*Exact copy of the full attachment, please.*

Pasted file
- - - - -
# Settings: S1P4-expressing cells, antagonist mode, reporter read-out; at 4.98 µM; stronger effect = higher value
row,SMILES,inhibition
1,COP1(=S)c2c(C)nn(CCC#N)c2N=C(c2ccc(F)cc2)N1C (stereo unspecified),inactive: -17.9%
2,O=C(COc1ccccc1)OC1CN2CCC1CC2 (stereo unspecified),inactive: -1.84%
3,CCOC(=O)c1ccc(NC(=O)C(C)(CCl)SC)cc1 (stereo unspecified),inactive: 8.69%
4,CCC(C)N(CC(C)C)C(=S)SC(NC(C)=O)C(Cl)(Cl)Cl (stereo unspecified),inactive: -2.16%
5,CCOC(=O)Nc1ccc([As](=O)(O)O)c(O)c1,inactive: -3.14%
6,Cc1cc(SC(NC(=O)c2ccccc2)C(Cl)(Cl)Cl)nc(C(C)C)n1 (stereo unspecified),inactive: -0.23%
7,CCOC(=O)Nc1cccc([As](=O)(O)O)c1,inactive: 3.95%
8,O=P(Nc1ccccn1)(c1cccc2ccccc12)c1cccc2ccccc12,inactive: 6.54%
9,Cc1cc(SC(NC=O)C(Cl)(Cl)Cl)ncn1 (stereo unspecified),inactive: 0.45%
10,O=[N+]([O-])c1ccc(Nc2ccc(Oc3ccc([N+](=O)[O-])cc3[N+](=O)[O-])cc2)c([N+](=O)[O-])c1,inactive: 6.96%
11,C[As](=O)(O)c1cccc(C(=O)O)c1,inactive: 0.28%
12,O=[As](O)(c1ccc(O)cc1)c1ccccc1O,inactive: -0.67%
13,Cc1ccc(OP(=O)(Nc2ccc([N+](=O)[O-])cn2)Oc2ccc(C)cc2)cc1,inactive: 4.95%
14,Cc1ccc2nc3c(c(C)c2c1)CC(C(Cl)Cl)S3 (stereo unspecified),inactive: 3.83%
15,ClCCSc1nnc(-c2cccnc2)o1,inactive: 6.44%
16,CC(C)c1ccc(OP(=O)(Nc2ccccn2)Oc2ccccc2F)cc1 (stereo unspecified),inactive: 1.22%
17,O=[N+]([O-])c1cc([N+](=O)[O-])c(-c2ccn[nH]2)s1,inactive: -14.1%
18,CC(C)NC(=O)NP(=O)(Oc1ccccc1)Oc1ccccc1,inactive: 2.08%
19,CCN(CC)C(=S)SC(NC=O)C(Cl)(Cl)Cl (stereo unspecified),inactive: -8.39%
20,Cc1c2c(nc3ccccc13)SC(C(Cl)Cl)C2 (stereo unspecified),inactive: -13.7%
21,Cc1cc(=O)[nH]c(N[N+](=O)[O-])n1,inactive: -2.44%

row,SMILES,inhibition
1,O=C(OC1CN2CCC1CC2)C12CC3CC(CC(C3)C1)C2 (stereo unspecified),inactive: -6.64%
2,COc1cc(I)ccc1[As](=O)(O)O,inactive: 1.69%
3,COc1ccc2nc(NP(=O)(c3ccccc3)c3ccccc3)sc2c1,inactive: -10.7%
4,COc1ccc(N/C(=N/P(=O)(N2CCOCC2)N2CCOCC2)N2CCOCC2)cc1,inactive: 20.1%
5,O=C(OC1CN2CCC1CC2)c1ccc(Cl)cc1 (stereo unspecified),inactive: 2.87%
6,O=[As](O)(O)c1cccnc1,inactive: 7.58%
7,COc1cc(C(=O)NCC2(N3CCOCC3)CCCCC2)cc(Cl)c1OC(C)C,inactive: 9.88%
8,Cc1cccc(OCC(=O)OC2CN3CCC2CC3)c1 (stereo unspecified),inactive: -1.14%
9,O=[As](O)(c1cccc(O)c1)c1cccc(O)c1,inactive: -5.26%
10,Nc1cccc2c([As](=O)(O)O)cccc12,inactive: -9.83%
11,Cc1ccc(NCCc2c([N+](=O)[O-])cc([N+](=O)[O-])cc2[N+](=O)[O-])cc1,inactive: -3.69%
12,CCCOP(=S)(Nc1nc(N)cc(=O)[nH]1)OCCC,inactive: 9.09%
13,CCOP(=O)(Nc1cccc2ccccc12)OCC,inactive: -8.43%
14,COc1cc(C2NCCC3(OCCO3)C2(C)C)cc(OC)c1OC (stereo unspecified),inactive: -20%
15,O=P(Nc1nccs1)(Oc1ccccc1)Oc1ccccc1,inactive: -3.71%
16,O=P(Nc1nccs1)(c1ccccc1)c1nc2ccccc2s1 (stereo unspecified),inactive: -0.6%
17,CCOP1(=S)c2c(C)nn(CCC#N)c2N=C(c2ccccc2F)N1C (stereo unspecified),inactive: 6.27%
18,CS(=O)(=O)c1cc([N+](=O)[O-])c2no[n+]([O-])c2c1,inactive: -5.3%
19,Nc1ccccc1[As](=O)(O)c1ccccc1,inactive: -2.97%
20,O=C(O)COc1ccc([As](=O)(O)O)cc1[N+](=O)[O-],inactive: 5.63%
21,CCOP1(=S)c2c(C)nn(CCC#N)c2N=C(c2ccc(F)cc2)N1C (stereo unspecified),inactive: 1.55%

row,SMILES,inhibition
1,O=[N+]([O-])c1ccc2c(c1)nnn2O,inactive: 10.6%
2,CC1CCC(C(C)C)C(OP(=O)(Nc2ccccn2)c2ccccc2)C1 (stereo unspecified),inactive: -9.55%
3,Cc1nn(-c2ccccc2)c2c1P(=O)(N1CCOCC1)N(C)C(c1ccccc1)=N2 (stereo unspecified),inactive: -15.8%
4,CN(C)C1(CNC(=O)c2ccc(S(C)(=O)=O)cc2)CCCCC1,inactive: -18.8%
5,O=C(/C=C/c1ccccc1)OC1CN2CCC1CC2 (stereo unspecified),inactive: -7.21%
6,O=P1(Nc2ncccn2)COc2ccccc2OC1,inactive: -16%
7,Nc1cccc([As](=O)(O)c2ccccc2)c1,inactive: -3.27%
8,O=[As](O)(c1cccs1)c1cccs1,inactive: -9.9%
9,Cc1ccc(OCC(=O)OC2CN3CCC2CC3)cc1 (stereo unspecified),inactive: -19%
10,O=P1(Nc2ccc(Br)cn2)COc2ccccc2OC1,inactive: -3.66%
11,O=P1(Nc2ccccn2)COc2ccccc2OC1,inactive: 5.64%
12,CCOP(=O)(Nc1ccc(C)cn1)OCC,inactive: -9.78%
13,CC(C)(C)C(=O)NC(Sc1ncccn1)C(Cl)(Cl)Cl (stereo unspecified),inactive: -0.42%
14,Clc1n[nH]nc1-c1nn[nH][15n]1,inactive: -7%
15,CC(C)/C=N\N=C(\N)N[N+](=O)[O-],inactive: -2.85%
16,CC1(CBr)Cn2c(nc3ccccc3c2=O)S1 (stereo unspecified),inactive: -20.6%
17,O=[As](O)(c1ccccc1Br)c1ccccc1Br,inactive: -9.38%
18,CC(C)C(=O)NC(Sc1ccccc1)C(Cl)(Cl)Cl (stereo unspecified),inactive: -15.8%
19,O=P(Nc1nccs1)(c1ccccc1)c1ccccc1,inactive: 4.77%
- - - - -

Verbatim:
# Settings: S1P4-expressing cells, antagonist mode, reporter read-out; at 4.98 µM; stronger effect = higher value
row,SMILES,inhibition
1,COP1(=S)c2c(C)nn(CCC#N)c2N=C(c2ccc(F)cc2)N1C (stereo unspecified),inactive: -17.9%
2,O=C(COc1ccccc1)OC1CN2CCC1CC2 (stereo unspecified),inactive: -1.84%
3,CCOC(=O)c1ccc(NC(=O)C(C)(CCl)SC)cc1 (stereo unspecified),inactive: 8.69%
4,CCC(C)N(CC(C)C)C(=S)SC(NC(C)=O)C(Cl)(Cl)Cl (stereo unspecified),inactive: -2.16%
5,CCOC(=O)Nc1ccc([As](=O)(O)O)c(O)c1,inactive: -3.14%
6,Cc1cc(SC(NC(=O)c2ccccc2)C(Cl)(Cl)Cl)nc(C(C)C)n1 (stereo unspecified),inactive: -0.23%
7,CCOC(=O)Nc1cccc([As](=O)(O)O)c1,inactive: 3.95%
8,O=P(Nc1ccccn1)(c1cccc2ccccc12)c1cccc2ccccc12,inactive: 6.54%
9,Cc1cc(SC(NC=O)C(Cl)(Cl)Cl)ncn1 (stereo unspecified),inactive: 0.45%
10,O=[N+]([O-])c1ccc(Nc2ccc(Oc3ccc([N+](=O)[O-])cc3[N+](=O)[O-])cc2)c([N+](=O)[O-])c1,inactive: 6.96%
11,C[As](=O)(O)c1cccc(C(=O)O)c1,inactive: 0.28%
12,O=[As](O)(c1ccc(O)cc1)c1ccccc1O,inactive: -0.67%
13,Cc1ccc(OP(=O)(Nc2ccc([N+](=O)[O-])cn2)Oc2ccc(C)cc2)cc1,inactive: 4.95%
14,Cc1ccc2nc3c(c(C)c2c1)CC(C(Cl)Cl)S3 (stereo unspecified),inactive: 3.83%
15,ClCCSc1nnc(-c2cccnc2)o1,inactive: 6.44%
16,CC(C)c1ccc(OP(=O)(Nc2ccccn2)Oc2ccccc2F)cc1 (stereo unspecified),inactive: 1.22%
17,O=[N+]([O-])c1cc([N+](=O)[O-])c(-c2ccn[nH]2)s1,inactive: -14.1%
18,CC(C)NC(=O)NP(=O)(Oc1ccccc1)Oc1ccccc1,inactive: 2.08%
19,CCN(CC)C(=S)SC(NC=O)C(Cl)(Cl)Cl (stereo unspecified),inactive: -8.39%
20,Cc1c2c(nc3ccccc13)SC(C(Cl)Cl)C2 (stereo unspecified),inactive: -13.7%
21,Cc1cc(=O)[nH]c(N[N+](=O)[O-])n1,inactive: -2.44%

row,SMILES,inhibition
1,O=C(OC1CN2CCC1CC2)C12CC3CC(CC(C3)C1)C2 (stereo unspecified),inactive: -6.64%
2,COc1cc(I)ccc1[As](=O)(O)O,inactive: 1.69%
3,COc1ccc2nc(NP(=O)(c3ccccc3)c3ccccc3)sc2c1,inactive: -10.7%
4,COc1ccc(N/C(=N/P(=O)(N2CCOCC2)N2CCOCC2)N2CCOCC2)cc1,inactive: 20.1%
5,O=C(OC1CN2CCC1CC2)c1ccc(Cl)cc1 (stereo unspecified),inactive: 2.87%
6,O=[As](O)(O)c1cccnc1,inactive: 7.58%
7,COc1cc(C(=O)NCC2(N3CCOCC3)CCCCC2)cc(Cl)c1OC(C)C,inactive: 9.88%
8,Cc1cccc(OCC(=O)OC2CN3CCC2CC3)c1 (stereo unspecified),inactive: -1.14%
9,O=[As](O)(c1cccc(O)c1)c1cccc(O)c1,inactive: -5.26%
10,Nc1cccc2c([As](=O)(O)O)cccc12,inactive: -9.83%
11,Cc1ccc(NCCc2c([N+](=O)[O-])cc([N+](=O)[O-])cc2[N+](=O)[O-])cc1,inactive: -3.69%
12,CCCOP(=S)(Nc1nc(N)cc(=O)[nH]1)OCCC,inactive: 9.09%
13,CCOP(=O)(Nc1cccc2ccccc12)OCC,inactive: -8.43%
14,COc1cc(C2NCCC3(OCCO3)C2(C)C)cc(OC)c1OC (stereo unspecified),inactive: -20%
15,O=P(Nc1nccs1)(Oc1ccccc1)Oc1ccccc1,inactive: -3.71%
16,O=P(Nc1nccs1)(c1ccccc1)c1nc2ccccc2s1 (stereo unspecified),inactive: -0.6%
17,CCOP1(=S)c2c(C)nn(CCC#N)c2N=C(c2ccccc2F)N1C (stereo unspecified),inactive: 6.27%
18,CS(=O)(=O)c1cc([N+](=O)[O-])c2no[n+]([O-])c2c1,inactive: -5.3%
19,Nc1ccccc1[As](=O)(O)c1ccccc1,inactive: -2.97%
20,O=C(O)COc1ccc([As](=O)(O)O)cc1[N+](=O)[O-],inactive: 5.63%
21,CCOP1(=S)c2c(C)nn(CCC#N)c2N=C(c2ccc(F)cc2)N1C (stereo unspecified),inactive: 1.55%

row,SMILES,inhibition
1,O=[N+]([O-])c1ccc2c(c1)nnn2O,inactive: 10.6%
2,CC1CCC(C(C)C)C(OP(=O)(Nc2ccccn2)c2ccccc2)C1 (stereo unspecified),inactive: -9.55%
3,Cc1nn(-c2ccccc2)c2c1P(=O)(N1CCOCC1)N(C)C(c1ccccc1)=N2 (stereo unspecified),inactive: -15.8%
4,CN(C)C1(CNC(=O)c2ccc(S(C)(=O)=O)cc2)CCCCC1,inactive: -18.8%
5,O=C(/C=C/c1ccccc1)OC1CN2CCC1CC2 (stereo unspecified),inactive: -7.21%
6,O=P1(Nc2ncccn2)COc2ccccc2OC1,inactive: -16%
7,Nc1cccc([As](=O)(O)c2ccccc2)c1,inactive: -3.27%
8,O=[As](O)(c1cccs1)c1cccs1,inactive: -9.9%
9,Cc1ccc(OCC(=O)OC2CN3CCC2CC3)cc1 (stereo unspecified),inactive: -19%
10,O=P1(Nc2ccc(Br)cn2)COc2ccccc2OC1,inactive: -3.66%
11,O=P1(Nc2ccccn2)COc2ccccc2OC1,inactive: 5.64%
12,CCOP(=O)(Nc1ccc(C)cn1)OCC,inactive: -9.78%
13,CC(C)(C)C(=O)NC(Sc1ncccn1)C(Cl)(Cl)Cl (stereo unspecified),inactive: -0.42%
14,Clc1n[nH]nc1-c1nn[nH][15n]1,inactive: -7%
15,CC(C)/C=N\N=C(\N)N[N+](=O)[O-],inactive: -2.85%
16,CC1(CBr)Cn2c(nc3ccccc3c2=O)S1 (stereo unspecified),inactive: -20.6%
17,O=[As](O)(c1ccccc1Br)c1ccccc1Br,inactive: -9.38%
18,CC(C)C(=O)NC(Sc1ccccc1)C(Cl)(Cl)Cl (stereo unspecified),inactive: -15.8%
19,O=P(Nc1nccs1)(c1ccccc1)c1ccccc1,inactive: 4.77%